Will young voters be the difference makers in 2020?

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Next year will mark 150 years since ratification of the 15th Amendment to the Constitution, which guaranteed voting rights to African-American men and other men of color who had been deprived of this right. The new law added more than 500,000 African-American males to the voter rolls, with most supporting the Party of Lincoln.

2020 also will mark 100 years since ratification of the 19th Amendment, which bestowed voting rights to women.  Three months after becoming law, a majority of newly enfranchised females helped catapult Republican Warren Harding to what remains the widest popular vote differential in presidential election history.

While the circumstances couldn’t be more different, the biggest demographic question heading into 2020 is the influence young people will have on elections that could shape America for a decade or more. 

Last week Tufts University’s Institute for Democracy & Higher Education released its biennial Democracy Counts report, detailing college student voting numbers at 1,031 higher education schools throughout the country. Remarkably, campus voting rates more than doubled in four years — from 19.3 percent in the 2014 midterms to 40.3 percent in last year’s midterms. 

While inclusive of graduate students, the median age for this study of roughly 10 million students was 21; in other words, it’s a compelling indicator of the dramatic rise of young people’s participation in the electoral process. 

Additionally, 73.3 percent of students were registered in 2018, up eight points since 2014, while registered students who voted jumped from 29.6 percent in 2014 to 55 percent last year.

When paired with other studies highlighting young people’s impact on Democrats’ strong showing in 2018—for example, exit polls revealing voters under 30 supported Democratic House candidates over Republicans by a 31-point margin—Tufts’ detailed findings raise an important question: are young people the difference makers heading into 2020? 

To understand their potential impact, we need to examine their role in recent elections. In 2016, 18-29 year-olds accounted for 15.7 percent of voters, which was 0.5 percent lower than the average young-voter turnout in the previous seven presidential elections.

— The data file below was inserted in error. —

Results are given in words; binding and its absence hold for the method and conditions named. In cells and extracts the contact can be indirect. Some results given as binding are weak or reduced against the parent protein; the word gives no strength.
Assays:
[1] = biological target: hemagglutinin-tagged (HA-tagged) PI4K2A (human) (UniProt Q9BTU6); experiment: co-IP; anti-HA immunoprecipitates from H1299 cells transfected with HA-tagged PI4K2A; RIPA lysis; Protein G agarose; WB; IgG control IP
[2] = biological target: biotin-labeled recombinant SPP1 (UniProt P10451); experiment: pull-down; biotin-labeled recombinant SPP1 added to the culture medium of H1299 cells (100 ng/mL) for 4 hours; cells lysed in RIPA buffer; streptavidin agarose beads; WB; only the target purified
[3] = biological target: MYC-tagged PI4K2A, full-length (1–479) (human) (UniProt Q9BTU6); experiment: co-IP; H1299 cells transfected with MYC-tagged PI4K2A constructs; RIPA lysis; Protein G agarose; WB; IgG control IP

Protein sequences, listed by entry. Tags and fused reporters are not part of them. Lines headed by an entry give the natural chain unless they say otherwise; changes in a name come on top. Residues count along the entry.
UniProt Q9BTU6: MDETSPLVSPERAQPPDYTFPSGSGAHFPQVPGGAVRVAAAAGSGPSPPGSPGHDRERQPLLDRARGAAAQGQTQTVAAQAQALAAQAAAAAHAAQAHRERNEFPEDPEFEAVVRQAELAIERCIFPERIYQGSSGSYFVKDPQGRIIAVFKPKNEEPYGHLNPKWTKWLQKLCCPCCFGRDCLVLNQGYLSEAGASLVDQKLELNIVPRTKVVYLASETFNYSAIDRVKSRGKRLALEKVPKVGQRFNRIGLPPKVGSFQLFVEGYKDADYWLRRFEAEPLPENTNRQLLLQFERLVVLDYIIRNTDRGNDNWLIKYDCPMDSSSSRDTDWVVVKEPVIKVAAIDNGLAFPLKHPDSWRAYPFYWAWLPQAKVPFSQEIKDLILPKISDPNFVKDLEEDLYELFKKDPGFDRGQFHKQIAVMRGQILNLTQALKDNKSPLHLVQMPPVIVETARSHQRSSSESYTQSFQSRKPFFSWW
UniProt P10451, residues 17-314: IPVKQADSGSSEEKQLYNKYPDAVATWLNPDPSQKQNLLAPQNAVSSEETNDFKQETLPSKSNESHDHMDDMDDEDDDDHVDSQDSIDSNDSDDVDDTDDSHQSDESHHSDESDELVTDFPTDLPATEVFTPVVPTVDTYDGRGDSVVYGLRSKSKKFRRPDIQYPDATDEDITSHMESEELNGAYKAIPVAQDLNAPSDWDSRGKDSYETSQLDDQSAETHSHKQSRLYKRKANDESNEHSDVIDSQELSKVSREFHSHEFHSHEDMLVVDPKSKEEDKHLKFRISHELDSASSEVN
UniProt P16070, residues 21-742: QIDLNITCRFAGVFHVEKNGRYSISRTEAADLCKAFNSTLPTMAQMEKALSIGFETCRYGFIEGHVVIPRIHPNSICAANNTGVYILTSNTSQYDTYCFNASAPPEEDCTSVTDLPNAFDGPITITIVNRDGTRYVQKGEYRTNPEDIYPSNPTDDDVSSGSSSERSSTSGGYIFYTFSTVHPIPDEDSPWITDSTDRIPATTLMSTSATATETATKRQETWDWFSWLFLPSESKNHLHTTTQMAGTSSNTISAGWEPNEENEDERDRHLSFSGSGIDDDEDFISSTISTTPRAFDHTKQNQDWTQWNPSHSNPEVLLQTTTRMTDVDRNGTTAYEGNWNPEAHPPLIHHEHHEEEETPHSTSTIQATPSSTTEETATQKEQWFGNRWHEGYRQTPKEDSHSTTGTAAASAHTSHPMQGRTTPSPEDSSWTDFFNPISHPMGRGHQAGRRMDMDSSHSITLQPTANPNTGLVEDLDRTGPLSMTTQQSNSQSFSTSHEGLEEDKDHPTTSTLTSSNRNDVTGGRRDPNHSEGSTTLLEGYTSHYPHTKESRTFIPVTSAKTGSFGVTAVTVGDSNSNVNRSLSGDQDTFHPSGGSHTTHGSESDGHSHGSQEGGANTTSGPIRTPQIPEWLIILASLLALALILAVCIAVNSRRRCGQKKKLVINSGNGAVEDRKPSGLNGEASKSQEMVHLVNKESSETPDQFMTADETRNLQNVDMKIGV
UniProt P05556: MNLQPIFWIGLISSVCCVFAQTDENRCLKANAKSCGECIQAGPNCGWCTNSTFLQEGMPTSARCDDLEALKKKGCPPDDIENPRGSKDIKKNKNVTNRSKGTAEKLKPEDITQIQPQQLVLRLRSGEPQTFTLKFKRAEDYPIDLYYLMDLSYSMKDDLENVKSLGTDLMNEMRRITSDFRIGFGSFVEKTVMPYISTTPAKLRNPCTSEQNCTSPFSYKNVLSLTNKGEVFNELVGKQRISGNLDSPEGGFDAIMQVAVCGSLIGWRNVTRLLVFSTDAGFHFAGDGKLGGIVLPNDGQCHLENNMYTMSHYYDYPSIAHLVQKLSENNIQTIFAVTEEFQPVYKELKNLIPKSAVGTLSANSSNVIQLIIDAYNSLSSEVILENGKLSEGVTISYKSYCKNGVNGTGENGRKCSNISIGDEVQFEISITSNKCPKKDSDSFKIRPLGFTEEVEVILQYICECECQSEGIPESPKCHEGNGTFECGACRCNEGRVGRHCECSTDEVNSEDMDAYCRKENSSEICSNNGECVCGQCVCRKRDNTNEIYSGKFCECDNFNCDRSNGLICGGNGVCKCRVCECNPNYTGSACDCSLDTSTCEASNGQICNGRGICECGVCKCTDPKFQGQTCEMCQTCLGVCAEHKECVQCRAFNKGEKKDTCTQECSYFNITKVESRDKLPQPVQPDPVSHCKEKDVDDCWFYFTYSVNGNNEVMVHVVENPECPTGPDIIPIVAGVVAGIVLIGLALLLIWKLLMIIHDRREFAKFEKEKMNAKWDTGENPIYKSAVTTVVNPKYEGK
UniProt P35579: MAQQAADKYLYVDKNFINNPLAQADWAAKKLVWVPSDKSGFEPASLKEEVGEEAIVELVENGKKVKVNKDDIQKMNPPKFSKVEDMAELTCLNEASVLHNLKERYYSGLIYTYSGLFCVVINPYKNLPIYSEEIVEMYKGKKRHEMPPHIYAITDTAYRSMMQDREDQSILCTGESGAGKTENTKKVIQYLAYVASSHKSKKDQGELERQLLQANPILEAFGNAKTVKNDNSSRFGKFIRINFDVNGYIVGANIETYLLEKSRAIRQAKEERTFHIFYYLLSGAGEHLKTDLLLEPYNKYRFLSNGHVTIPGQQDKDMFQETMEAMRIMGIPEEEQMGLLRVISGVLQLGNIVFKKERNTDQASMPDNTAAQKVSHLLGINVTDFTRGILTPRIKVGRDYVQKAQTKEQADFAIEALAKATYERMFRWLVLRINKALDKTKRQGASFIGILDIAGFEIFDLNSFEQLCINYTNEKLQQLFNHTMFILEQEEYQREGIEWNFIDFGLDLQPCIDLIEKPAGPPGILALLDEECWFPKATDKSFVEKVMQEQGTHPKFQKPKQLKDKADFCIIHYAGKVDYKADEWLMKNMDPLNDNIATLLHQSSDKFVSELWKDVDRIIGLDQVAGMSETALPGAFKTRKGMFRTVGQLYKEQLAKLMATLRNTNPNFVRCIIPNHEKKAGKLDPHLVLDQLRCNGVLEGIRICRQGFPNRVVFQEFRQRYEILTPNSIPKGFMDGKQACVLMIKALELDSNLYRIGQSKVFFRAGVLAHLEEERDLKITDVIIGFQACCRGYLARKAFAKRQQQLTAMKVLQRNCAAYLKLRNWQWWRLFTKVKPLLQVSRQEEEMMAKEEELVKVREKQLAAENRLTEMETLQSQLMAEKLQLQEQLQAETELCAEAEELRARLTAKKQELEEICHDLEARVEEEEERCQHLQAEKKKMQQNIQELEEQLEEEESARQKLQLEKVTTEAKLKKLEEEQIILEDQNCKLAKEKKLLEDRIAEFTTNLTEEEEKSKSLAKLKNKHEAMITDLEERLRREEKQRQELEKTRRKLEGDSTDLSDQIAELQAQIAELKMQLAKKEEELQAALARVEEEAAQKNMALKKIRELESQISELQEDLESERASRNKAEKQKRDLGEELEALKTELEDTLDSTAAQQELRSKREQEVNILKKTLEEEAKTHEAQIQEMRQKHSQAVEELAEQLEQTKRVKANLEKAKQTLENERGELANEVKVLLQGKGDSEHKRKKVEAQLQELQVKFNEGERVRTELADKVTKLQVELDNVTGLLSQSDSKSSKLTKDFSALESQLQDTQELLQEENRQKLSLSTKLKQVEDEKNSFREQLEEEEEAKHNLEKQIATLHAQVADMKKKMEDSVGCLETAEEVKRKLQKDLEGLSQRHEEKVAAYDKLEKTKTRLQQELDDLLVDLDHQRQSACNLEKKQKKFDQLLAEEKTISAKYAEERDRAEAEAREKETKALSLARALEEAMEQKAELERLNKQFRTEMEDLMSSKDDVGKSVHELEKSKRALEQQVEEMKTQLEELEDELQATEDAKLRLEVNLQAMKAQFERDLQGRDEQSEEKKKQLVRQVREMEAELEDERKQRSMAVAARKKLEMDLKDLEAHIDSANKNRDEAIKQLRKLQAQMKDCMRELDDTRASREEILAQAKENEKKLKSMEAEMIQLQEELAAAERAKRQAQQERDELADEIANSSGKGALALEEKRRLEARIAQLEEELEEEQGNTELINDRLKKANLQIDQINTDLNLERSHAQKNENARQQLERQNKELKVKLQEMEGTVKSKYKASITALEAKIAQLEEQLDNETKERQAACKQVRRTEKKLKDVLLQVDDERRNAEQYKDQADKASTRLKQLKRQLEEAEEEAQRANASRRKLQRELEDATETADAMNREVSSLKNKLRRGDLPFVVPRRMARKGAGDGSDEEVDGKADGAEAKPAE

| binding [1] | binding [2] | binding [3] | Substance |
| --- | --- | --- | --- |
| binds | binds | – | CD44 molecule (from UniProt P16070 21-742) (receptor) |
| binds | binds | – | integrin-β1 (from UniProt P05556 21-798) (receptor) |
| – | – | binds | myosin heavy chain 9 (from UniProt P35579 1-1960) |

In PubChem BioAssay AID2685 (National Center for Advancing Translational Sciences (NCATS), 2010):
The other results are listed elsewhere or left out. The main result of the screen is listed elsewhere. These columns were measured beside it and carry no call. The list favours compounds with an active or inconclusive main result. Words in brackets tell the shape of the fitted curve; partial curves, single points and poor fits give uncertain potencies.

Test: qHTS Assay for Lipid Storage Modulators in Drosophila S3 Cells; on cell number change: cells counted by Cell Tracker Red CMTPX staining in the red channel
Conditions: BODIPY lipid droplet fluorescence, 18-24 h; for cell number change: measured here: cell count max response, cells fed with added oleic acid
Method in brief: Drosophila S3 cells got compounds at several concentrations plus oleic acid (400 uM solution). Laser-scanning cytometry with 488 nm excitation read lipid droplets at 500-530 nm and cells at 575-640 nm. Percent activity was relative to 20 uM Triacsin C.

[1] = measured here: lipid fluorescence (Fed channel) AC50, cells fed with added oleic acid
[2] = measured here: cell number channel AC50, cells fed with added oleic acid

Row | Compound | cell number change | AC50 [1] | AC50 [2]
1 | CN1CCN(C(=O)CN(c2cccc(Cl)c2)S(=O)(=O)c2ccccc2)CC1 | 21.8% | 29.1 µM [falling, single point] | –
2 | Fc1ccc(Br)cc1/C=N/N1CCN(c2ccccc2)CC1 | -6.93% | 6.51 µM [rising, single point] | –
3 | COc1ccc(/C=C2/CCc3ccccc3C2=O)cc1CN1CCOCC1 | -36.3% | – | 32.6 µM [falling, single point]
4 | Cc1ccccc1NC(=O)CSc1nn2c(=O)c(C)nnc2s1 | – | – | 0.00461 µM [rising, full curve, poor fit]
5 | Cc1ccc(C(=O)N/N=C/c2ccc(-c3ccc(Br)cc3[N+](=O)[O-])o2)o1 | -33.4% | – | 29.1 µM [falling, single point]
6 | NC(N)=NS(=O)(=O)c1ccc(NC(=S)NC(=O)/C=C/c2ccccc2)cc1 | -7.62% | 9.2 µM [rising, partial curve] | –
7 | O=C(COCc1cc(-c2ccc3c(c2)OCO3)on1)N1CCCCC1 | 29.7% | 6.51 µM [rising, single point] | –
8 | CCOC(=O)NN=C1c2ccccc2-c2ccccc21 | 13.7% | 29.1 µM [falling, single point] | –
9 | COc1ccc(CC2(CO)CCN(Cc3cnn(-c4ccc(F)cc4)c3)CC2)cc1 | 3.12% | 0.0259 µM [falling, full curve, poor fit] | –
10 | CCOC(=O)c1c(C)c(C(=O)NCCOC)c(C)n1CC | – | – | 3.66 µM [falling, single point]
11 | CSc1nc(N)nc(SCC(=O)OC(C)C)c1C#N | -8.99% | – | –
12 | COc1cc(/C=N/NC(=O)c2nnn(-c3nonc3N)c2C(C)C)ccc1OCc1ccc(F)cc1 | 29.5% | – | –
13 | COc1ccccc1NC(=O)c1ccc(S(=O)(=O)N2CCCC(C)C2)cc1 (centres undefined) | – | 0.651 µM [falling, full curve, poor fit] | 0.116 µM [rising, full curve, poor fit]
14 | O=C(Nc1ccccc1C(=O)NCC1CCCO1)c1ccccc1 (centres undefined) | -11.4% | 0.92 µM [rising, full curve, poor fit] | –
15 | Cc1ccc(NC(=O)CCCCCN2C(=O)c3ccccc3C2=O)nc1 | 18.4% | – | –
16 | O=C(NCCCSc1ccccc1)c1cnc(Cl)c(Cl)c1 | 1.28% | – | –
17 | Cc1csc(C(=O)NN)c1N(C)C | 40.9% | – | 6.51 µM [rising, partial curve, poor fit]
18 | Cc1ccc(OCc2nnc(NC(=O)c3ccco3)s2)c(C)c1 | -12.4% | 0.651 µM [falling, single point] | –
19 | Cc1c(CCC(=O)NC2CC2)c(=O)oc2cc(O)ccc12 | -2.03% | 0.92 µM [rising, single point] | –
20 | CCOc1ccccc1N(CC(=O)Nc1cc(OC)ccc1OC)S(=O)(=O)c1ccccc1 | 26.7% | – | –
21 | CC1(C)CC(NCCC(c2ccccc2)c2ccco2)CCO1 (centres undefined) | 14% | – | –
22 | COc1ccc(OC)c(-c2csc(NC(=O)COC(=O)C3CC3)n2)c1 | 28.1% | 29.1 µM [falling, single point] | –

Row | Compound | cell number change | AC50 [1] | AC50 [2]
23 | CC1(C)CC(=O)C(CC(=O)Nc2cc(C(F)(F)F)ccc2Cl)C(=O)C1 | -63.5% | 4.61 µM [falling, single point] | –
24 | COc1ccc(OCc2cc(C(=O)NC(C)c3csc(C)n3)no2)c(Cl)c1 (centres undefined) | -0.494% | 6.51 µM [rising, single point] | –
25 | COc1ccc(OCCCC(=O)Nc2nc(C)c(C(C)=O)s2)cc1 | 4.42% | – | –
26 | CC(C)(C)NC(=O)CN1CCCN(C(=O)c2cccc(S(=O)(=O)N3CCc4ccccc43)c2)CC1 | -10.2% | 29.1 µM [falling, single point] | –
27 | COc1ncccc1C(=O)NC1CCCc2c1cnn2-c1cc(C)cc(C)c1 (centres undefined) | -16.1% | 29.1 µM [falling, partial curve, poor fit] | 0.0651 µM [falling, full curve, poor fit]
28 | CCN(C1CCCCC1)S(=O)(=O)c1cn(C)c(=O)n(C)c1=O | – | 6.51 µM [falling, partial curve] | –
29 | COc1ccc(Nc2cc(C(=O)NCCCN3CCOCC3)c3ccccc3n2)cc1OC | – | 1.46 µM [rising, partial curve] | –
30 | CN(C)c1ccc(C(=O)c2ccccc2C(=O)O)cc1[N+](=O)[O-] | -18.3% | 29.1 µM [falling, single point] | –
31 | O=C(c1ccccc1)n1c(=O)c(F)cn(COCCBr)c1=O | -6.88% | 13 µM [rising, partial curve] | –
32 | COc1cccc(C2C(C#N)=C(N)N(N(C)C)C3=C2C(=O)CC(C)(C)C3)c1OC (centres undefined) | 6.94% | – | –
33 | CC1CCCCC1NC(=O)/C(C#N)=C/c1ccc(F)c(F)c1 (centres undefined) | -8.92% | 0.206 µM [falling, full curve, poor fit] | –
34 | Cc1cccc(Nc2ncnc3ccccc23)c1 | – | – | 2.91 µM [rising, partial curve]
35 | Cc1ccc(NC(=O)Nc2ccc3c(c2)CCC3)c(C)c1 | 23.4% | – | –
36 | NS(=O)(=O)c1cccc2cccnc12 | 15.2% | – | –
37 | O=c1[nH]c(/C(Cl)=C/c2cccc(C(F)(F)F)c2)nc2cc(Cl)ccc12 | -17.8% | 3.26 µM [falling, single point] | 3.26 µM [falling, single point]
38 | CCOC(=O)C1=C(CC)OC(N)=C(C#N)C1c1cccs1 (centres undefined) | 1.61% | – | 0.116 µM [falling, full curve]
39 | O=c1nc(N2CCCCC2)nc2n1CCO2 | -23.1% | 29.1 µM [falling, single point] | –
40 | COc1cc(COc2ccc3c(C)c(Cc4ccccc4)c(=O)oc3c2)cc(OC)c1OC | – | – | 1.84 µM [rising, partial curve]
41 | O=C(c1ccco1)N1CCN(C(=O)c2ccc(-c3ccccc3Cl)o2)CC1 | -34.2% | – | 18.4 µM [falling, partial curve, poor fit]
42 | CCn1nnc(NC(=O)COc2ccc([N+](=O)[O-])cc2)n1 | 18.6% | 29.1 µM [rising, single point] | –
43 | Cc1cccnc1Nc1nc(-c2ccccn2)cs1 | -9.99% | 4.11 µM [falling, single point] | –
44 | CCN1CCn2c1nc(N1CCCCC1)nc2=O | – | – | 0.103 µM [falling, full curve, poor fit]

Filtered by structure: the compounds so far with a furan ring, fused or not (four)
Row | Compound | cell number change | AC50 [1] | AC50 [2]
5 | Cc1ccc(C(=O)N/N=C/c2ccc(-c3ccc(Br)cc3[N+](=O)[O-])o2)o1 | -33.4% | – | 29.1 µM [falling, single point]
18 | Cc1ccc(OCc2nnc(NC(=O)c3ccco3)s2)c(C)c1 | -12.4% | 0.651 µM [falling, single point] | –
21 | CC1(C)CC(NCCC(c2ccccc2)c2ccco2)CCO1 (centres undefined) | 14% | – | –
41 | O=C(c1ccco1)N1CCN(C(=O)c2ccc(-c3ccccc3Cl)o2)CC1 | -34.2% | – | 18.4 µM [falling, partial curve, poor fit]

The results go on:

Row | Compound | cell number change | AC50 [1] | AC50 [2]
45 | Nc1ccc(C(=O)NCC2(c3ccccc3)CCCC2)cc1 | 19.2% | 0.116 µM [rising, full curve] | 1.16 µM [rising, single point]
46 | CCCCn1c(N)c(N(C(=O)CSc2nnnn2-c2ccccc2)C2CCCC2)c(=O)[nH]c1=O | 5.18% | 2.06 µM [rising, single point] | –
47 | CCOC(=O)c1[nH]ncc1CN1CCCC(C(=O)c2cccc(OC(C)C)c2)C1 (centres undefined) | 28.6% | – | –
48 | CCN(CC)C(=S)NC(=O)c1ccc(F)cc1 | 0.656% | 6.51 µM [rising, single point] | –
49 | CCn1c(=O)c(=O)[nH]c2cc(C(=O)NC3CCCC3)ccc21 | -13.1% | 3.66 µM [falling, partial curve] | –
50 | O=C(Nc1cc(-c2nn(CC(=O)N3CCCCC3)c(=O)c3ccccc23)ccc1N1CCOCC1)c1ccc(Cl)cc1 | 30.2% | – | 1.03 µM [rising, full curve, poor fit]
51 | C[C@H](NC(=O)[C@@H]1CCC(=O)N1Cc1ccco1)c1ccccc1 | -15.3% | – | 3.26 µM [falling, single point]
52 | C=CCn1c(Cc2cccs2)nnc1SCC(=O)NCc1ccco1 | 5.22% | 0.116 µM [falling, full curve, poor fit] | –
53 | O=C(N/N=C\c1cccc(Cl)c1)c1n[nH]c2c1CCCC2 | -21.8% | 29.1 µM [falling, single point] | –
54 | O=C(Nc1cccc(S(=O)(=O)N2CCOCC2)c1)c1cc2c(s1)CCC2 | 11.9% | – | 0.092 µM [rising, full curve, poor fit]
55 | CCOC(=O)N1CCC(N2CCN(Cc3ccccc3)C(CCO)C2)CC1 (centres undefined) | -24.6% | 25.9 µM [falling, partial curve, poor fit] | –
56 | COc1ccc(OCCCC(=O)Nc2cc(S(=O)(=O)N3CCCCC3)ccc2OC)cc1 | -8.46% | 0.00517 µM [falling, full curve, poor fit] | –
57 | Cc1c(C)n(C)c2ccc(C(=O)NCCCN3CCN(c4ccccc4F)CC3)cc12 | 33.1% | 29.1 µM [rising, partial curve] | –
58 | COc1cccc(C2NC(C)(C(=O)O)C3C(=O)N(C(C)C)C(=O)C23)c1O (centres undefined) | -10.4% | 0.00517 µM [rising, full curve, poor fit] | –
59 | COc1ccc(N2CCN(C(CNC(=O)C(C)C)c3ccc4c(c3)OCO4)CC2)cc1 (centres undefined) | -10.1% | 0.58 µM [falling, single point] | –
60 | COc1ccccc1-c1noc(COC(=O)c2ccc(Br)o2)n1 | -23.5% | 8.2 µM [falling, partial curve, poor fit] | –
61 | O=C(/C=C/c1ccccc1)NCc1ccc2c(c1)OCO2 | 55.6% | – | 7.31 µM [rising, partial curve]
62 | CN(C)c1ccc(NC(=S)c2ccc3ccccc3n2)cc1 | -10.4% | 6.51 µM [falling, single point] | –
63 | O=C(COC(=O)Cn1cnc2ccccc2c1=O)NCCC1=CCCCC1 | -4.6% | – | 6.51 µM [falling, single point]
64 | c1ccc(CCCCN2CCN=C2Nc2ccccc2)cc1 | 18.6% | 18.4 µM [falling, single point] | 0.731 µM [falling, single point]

But in 2018, 18-29 year-olds accounted for 13.8 percent of voters, which was 2.5 percent higher than the average young-voter turnout in the previous seven midterms It also marked the highest share for this age group in a midterm election since 1986.  

This bump partially mirrors Tufts’ numbers that show a narrowing voting gap between 18-21 year-old students and students over 30. 

Yet polling does not necessarily capture this potential “Young Person Effect.” Based on Pew Research Center’s criteria for “likely voter” surveys, where a score of “7” equals maximum likelihood and zero means minimal likelihood, a 20-year-old casting her or his first ballot would score no better than a 5. Meanwhile, Gallup’s likely-voter criteria risks excluding even more young people from its surveys; a 20-year-old who doesn’t yet know where to vote on or near campus would top out at a 4 out of 7. 

So here’s what we know: young people overwhelmingly disapprove of the job President Trump is doing, their voting numbers—and share of the total national vote — spiked last November, and many polls quite possibly are undercounting them. 

Most analyses heading into 2020 are underestimating the power of young people to influence the next election and quite possibly transform our government. The Young Person Effect isn’t fading. If anything, it’s growing stronger.

B.J. Rudell is associate director of POLIS: Duke University’s Center for Political Leadership, Innovation and Service. In a career encompassing stints on Capitol Hill, on a presidential campaign, in a newsroom, in classrooms, and for a consulting firm, he has authored three books and has shared political insights across all media platforms, including for CNN and Fox News.

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